I want to make it very clear that this article is not designed as an attack on the church or church leaders, in any shape or form. Indeed I believe that we are ALL at fault. I’m hoping that this article will open eyes and stir hearts. If it doesn’t, then I genuinely hope it encourages someone else to write something along the same lines with much greater impact.
The only message one seems to hear when attending the average church in Nigeria is ‘prosperity prosperity prosperity’. It is so common and so monotonous that it is almost beginning to sound like those ‘clanging symbols’ that the bible talks about.
Jesus came to earth as a carpenter. He personified humility and love. He personified simplicity. He rarely preached in a church building; and on the second occasion that He did, he was upset by what He saw – a place of business.
Jesus, whom Christianity is all about, told us to ‘go and do likewise’. In other words He wants us to love unconditionally, to give to the poor and needy – both in provisions, time and love, to heal the sick, to encourage and uplift those around us; to spread the great news that He has done all the ‘works’ that will ever be necessary for our permanent justification and righteousness.
When Jesus said that ‘money is the root of all evil’ He obviously wasn’t saying that money is evil. He simply does not want us to have money as the root and centre of our focus. The more money becomes the root and centre of our focus the more likely we are to compromise our faith and principles because of our innate and passionate desire to have it.
Unfortunately the constant prosperity preaching we are bombarded with in our churches isn’t helping at all. There is so much focus on what we must do and how we should do it in order to be ‘blessed’. So much so that Christianity in many churches today has more or less become a formula for blessings and breakthroughs. The result of all this is that our hearts are straying further and further away from God.
Remember, God looks at the heart and not what car we’re driving, how big our house is or how much we have in our bank accounts. It’s almost as if our only focus is earth. The whole point of our faith is that we are assured of blissful eternity in heaven. But way too many of us live our lives as though everything is about this place called earth; as though earth is the final destination.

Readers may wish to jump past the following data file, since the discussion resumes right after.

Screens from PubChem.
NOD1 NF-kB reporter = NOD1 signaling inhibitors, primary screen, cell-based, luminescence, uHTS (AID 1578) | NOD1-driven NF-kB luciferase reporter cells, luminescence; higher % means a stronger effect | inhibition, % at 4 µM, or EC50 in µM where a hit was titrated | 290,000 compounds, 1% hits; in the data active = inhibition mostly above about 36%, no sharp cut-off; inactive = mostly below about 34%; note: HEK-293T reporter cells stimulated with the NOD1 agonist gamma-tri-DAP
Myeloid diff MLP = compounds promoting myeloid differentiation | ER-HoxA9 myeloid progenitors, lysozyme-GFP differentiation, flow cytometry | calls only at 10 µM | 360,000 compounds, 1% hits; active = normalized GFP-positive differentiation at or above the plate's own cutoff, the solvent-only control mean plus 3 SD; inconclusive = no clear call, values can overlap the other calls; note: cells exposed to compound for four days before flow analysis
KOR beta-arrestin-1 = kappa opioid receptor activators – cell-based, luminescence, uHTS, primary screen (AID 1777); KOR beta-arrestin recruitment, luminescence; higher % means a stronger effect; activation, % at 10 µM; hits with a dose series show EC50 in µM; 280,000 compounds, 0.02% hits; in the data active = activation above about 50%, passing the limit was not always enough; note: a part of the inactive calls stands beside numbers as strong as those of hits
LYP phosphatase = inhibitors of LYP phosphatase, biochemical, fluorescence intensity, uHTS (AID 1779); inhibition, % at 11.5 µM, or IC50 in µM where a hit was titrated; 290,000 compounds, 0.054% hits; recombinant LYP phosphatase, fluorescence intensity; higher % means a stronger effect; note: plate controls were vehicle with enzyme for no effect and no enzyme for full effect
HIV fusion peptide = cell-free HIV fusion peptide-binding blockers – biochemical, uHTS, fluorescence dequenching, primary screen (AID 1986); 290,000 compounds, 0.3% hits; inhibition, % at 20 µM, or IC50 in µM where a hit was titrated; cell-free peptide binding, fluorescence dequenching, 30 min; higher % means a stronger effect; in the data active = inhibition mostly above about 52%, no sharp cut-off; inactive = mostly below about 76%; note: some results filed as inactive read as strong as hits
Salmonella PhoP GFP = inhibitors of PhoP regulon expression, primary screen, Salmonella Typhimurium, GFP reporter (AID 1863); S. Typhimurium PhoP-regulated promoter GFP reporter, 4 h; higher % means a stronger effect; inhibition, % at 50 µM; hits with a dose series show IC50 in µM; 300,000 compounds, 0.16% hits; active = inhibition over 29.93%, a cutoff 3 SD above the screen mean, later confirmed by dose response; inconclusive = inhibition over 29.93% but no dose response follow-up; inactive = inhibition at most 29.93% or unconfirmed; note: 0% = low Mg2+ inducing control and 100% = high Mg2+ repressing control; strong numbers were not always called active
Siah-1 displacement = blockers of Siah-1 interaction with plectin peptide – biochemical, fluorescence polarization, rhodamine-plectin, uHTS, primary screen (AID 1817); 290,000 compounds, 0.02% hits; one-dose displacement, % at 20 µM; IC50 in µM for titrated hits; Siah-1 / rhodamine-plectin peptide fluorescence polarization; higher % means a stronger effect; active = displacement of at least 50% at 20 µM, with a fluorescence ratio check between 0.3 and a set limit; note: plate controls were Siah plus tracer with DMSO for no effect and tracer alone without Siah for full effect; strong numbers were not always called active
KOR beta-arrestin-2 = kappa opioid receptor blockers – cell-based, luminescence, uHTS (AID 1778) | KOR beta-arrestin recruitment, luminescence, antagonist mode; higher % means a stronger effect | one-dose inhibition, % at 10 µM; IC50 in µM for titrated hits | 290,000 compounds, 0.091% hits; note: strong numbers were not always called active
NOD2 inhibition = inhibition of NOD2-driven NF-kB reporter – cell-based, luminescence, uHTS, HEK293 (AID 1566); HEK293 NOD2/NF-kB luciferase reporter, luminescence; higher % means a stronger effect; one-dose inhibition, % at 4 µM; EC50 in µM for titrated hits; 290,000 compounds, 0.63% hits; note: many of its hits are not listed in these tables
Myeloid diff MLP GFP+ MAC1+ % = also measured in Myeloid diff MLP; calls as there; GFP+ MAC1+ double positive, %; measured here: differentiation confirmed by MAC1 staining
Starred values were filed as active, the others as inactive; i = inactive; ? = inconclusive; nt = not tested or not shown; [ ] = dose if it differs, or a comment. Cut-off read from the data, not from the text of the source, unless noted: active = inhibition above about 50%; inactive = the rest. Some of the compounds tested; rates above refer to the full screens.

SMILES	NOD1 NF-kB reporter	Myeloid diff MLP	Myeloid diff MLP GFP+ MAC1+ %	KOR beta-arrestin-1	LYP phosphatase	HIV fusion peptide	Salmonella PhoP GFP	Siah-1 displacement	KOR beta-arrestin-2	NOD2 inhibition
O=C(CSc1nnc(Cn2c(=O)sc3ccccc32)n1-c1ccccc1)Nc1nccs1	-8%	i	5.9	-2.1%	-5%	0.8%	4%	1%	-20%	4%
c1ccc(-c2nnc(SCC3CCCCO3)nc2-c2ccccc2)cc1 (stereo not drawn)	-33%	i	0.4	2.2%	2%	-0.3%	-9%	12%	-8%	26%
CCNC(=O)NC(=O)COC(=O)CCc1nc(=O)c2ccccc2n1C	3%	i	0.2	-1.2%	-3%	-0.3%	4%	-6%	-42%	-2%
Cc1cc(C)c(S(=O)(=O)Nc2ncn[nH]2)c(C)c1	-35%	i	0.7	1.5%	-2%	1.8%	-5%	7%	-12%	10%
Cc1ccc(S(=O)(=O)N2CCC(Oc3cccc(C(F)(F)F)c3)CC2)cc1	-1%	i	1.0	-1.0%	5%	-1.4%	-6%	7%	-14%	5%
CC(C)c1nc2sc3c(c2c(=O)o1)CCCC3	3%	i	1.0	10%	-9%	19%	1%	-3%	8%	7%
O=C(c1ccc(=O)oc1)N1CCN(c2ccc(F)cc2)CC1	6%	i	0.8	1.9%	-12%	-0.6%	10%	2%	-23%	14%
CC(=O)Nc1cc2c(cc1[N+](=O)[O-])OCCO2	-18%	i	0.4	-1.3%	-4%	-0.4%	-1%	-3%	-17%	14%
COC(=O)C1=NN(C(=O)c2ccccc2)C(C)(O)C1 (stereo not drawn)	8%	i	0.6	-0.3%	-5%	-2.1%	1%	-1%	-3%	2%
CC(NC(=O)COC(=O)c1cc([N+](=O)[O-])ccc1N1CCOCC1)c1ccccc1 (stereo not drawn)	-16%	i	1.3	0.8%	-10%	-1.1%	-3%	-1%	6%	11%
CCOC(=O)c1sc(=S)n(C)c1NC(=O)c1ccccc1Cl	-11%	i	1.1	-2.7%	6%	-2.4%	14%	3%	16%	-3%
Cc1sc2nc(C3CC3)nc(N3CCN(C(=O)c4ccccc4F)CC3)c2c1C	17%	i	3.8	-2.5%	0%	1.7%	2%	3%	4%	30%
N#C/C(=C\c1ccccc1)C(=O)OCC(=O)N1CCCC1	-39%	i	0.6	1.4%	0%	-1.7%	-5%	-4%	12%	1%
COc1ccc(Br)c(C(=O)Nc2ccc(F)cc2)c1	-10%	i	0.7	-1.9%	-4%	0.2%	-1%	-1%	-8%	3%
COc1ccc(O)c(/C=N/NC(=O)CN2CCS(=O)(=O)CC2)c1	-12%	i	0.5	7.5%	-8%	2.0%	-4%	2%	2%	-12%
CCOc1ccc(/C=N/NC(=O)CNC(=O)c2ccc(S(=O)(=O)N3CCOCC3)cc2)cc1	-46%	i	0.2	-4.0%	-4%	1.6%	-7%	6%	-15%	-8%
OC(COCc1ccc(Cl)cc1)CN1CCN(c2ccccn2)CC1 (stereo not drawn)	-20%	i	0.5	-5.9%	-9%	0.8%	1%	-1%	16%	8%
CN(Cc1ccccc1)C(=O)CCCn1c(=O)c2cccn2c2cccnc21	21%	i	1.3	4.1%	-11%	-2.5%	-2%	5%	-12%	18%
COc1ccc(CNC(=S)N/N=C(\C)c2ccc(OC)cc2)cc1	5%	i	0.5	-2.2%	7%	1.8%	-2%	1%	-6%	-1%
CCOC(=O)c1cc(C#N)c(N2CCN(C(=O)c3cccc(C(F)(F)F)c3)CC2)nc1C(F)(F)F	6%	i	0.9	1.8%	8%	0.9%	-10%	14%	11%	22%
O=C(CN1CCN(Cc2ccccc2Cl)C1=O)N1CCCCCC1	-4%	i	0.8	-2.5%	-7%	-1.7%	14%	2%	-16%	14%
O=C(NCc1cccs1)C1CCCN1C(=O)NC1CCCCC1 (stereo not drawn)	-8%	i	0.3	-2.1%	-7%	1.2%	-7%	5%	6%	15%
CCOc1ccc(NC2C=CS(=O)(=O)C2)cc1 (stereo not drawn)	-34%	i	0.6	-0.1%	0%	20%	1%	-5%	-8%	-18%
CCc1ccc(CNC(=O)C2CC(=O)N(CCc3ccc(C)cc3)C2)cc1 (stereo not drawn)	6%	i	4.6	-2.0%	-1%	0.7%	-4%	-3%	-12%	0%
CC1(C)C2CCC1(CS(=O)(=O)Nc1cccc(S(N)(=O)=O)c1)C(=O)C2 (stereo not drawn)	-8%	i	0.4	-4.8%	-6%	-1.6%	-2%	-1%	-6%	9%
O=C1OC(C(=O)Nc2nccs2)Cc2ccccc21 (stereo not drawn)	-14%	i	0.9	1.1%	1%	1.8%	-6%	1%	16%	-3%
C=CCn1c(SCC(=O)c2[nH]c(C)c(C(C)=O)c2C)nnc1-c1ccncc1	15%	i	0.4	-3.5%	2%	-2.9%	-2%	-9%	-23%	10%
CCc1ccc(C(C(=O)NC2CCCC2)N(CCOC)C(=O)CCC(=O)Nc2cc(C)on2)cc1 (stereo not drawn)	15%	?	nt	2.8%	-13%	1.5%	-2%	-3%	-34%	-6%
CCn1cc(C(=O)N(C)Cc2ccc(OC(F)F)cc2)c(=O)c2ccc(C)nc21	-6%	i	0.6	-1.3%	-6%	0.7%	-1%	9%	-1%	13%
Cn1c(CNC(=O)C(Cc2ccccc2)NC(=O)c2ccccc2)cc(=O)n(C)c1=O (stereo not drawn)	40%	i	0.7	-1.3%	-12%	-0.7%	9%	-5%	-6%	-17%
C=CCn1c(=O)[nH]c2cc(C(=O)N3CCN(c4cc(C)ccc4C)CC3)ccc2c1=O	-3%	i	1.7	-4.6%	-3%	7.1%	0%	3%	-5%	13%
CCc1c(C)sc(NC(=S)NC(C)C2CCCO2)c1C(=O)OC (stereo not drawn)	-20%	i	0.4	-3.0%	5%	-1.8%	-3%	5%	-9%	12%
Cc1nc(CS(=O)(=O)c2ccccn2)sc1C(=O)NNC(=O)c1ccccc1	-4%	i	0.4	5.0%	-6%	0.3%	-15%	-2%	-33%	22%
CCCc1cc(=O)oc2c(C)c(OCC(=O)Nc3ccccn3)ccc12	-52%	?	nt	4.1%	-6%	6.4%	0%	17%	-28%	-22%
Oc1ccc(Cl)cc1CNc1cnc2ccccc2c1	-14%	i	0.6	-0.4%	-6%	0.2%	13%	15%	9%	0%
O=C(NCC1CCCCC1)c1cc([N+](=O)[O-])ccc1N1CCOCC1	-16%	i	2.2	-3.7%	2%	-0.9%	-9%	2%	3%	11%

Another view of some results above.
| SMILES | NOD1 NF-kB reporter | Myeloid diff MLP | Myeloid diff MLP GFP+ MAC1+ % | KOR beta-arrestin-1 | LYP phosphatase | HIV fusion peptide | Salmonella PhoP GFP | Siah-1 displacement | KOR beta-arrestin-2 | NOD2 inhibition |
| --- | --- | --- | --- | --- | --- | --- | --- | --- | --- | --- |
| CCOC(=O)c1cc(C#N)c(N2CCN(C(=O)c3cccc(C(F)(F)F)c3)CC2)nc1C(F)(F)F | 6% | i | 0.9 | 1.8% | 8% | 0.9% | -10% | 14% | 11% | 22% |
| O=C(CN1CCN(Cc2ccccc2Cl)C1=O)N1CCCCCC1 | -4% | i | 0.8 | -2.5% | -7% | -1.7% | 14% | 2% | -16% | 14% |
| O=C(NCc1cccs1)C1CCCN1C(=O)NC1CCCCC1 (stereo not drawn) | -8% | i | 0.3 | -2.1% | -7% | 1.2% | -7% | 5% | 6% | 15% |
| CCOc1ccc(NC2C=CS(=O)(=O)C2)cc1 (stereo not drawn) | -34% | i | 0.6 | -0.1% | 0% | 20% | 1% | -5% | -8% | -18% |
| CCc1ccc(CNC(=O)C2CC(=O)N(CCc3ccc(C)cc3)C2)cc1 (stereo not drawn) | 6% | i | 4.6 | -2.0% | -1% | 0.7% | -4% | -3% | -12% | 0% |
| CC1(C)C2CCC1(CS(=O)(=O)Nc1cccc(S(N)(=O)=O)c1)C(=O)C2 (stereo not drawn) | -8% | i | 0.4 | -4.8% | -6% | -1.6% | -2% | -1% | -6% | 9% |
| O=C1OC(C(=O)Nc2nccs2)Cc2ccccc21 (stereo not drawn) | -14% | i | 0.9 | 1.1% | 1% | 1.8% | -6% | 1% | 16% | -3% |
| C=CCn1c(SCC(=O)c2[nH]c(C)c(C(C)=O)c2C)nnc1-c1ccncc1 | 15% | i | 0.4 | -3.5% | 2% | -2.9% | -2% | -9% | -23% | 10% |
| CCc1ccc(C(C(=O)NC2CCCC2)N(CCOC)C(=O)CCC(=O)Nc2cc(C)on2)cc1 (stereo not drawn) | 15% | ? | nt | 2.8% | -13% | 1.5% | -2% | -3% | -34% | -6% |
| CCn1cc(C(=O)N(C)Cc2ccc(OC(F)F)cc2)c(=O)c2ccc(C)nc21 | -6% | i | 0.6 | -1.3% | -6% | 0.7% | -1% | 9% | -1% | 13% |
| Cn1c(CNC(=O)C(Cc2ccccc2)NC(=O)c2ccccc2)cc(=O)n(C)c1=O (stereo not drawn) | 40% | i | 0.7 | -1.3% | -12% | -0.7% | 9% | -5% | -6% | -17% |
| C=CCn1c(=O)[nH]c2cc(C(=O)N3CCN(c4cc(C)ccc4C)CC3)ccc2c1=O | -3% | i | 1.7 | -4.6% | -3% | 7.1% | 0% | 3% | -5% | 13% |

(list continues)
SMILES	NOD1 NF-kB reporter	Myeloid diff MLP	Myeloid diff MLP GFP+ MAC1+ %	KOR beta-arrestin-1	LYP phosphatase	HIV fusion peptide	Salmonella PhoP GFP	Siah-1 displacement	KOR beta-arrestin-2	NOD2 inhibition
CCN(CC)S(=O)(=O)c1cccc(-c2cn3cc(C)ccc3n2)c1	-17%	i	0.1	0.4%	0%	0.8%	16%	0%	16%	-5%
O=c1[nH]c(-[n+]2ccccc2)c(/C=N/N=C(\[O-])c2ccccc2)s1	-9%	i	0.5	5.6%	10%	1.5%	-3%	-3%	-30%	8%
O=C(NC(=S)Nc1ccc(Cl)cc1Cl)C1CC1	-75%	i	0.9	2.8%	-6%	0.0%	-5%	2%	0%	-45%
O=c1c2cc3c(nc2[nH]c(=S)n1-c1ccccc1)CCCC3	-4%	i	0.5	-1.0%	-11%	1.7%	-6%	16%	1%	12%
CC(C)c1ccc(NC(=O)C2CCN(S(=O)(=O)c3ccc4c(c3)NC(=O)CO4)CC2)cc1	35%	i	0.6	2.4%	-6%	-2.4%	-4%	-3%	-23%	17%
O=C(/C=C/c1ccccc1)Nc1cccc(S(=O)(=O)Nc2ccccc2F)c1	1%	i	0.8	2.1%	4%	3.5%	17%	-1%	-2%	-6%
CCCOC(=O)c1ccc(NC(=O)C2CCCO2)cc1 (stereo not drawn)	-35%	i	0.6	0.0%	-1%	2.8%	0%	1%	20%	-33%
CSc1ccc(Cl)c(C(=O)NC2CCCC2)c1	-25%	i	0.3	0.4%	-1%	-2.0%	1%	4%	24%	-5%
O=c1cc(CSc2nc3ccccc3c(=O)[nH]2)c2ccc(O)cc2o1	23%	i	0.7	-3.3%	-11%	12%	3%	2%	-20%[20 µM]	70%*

I am not saying that one should not aspire to be the best they can be or to be successful or wealthy. Indeed, as a staunch Welfare Capitalist who believes that everyone should be given equal opportunity in education, health and housing etc, to go on and do as well as they want to do in their careers, such a notion doesn’t gel with me at all. But this should not be the main focus of Christ’s body. Money and success, as we have defined it, should not be the biggest and loudest messages coming pulpits across the country.
The greatest commandment is to love God with all our hearts and all our minds and all our strength. The second greatest commandment is for us to love each other in the same way.
How often do churches focus on love for one another? What is unconditional love? How do we serve one another? How can we transform our society into one of love, mercy and selflessness? What does it mean to have a heart for God?
Not service in order to be blessed. But service because we love God and love each other.
These are all topics that we should be focusing on more in our churches.
The fact is that we ALL (I know I certainly do) need help in this area – individually, and as a society.
A dire consequence of the constant prosperity preaching is the effect on young people. The youth of today are basically being brought up in an environment that is telling them that money is the root and pinnacle of success. As most of you know, I coach and train people. I often ask delegates what their goal in life is. About 60% of them say ‘I want to be very rich’. When I ask them why they want to be very rich they tend to get stuck.
Many are chasing wealth but don’t know why. This constant desire and chasing of wealth will more often result in frustration, emptiness and anxiety. Worse still, it results in a nation of ‘self’.
Listen out for the loudest Amen in church and you’ll find that it is when the pastor says something like ‘God will bless you’.
I’m not saying there is anything wrong in saying that. However there is a danger in there being too much focus on this, as it inevitably leads to a rather selfish society; the very antithesis of Christ’s message.
Christianity is fast becoming a faith of ‘self’.
We need to go back to basics; back to the heart of Christ.
I wrote this article because I sincerely believe that we ALL need help in this area. As far as I am concerned church leaders have a huge responsibility to help to create a selfless and loving society.
Every Sunday we pray for God to heal our land. We pray for God’s kingdom to reign in our leaders’ hearts.
We need to start praying more fervently for God’s kingdom (of love, humility, service to God and service to each other) to reign in OUR hearts.
For our country to change, WE must change.
We must change from being a people of ‘self’ to being a people of ‘selflessness’.
The tool that God wants to use to change our hearts and mind-sets is the church.
This is a responsibility that church leaders must embrace.
We need to go back to Love and Service.
A nation in which we are our brother’s (and sister’s) keeper.